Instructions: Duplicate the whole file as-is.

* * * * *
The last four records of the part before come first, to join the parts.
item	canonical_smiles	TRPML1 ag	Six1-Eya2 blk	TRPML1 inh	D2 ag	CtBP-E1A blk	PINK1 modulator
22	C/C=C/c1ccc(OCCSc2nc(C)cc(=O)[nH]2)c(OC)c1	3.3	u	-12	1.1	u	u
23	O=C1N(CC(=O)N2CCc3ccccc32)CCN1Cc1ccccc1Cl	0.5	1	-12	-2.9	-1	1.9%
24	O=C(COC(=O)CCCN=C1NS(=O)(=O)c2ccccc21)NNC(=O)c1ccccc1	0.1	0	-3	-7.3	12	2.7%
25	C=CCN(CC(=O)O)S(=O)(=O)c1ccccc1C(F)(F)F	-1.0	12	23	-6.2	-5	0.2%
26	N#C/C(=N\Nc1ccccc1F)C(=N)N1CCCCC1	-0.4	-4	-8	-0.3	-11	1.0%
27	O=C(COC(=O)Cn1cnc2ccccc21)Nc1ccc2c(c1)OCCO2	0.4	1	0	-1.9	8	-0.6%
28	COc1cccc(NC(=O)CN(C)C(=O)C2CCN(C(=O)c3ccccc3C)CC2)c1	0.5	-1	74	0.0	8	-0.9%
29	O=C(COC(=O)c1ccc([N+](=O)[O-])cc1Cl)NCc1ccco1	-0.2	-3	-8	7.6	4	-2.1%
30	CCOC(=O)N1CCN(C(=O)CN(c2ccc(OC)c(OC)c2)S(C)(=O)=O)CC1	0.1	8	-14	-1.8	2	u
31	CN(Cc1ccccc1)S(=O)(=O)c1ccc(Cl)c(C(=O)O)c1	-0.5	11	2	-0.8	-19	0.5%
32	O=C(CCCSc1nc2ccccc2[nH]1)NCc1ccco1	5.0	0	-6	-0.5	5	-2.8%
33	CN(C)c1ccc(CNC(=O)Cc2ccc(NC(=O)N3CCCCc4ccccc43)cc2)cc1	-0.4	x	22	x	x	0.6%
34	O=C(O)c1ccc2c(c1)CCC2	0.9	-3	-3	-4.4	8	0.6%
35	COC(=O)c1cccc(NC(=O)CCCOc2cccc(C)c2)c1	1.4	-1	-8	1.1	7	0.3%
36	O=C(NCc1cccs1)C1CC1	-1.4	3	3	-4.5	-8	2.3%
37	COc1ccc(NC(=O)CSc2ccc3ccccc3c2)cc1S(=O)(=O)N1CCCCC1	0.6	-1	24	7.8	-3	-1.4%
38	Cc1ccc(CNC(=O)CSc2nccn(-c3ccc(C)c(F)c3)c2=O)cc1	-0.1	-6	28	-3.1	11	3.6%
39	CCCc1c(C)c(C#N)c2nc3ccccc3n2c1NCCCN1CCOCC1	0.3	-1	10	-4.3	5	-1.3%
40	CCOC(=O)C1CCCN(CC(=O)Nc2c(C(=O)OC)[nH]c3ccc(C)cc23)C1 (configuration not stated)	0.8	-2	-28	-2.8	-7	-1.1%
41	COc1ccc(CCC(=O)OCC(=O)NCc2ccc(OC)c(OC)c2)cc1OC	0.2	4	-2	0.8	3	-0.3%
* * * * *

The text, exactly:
The last four records of the part before come first, to join the parts.
item	canonical_smiles	TRPML1 ag	Six1-Eya2 blk	TRPML1 inh	D2 ag	CtBP-E1A blk	PINK1 modulator
22	C/C=C/c1ccc(OCCSc2nc(C)cc(=O)[nH]2)c(OC)c1	3.3	u	-12	1.1	u	u
23	O=C1N(CC(=O)N2CCc3ccccc32)CCN1Cc1ccccc1Cl	0.5	1	-12	-2.9	-1	1.9%
24	O=C(COC(=O)CCCN=C1NS(=O)(=O)c2ccccc21)NNC(=O)c1ccccc1	0.1	0	-3	-7.3	12	2.7%
25	C=CCN(CC(=O)O)S(=O)(=O)c1ccccc1C(F)(F)F	-1.0	12	23	-6.2	-5	0.2%
26	N#C/C(=N\Nc1ccccc1F)C(=N)N1CCCCC1	-0.4	-4	-8	-0.3	-11	1.0%
27	O=C(COC(=O)Cn1cnc2ccccc21)Nc1ccc2c(c1)OCCO2	0.4	1	0	-1.9	8	-0.6%
28	COc1cccc(NC(=O)CN(C)C(=O)C2CCN(C(=O)c3ccccc3C)CC2)c1	0.5	-1	74	0.0	8	-0.9%
29	O=C(COC(=O)c1ccc([N+](=O)[O-])cc1Cl)NCc1ccco1	-0.2	-3	-8	7.6	4	-2.1%
30	CCOC(=O)N1CCN(C(=O)CN(c2ccc(OC)c(OC)c2)S(C)(=O)=O)CC1	0.1	8	-14	-1.8	2	u
31	CN(Cc1ccccc1)S(=O)(=O)c1ccc(Cl)c(C(=O)O)c1	-0.5	11	2	-0.8	-19	0.5%
32	O=C(CCCSc1nc2ccccc2[nH]1)NCc1ccco1	5.0	0	-6	-0.5	5	-2.8%
33	CN(C)c1ccc(CNC(=O)Cc2ccc(NC(=O)N3CCCCc4ccccc43)cc2)cc1	-0.4	x	22	x	x	0.6%
34	O=C(O)c1ccc2c(c1)CCC2	0.9	-3	-3	-4.4	8	0.6%
35	COC(=O)c1cccc(NC(=O)CCCOc2cccc(C)c2)c1	1.4	-1	-8	1.1	7	0.3%
36	O=C(NCc1cccs1)C1CC1	-1.4	3	3	-4.5	-8	2.3%
37	COc1ccc(NC(=O)CSc2ccc3ccccc3c2)cc1S(=O)(=O)N1CCCCC1	0.6	-1	24	7.8	-3	-1.4%
38	Cc1ccc(CNC(=O)CSc2nccn(-c3ccc(C)c(F)c3)c2=O)cc1	-0.1	-6	28	-3.1	11	3.6%
39	CCCc1c(C)c(C#N)c2nc3ccccc3n2c1NCCCN1CCOCC1	0.3	-1	10	-4.3	5	-1.3%
40	CCOC(=O)C1CCCN(CC(=O)Nc2c(C(=O)OC)[nH]c3ccc(C)cc23)C1 (configuration not stated)	0.8	-2	-28	-2.8	-7	-1.1%
41	COc1ccc(CCC(=O)OCC(=O)NCc2ccc(OC)c(OC)c2)cc1OC	0.2	4	-2	0.8	3	-0.3%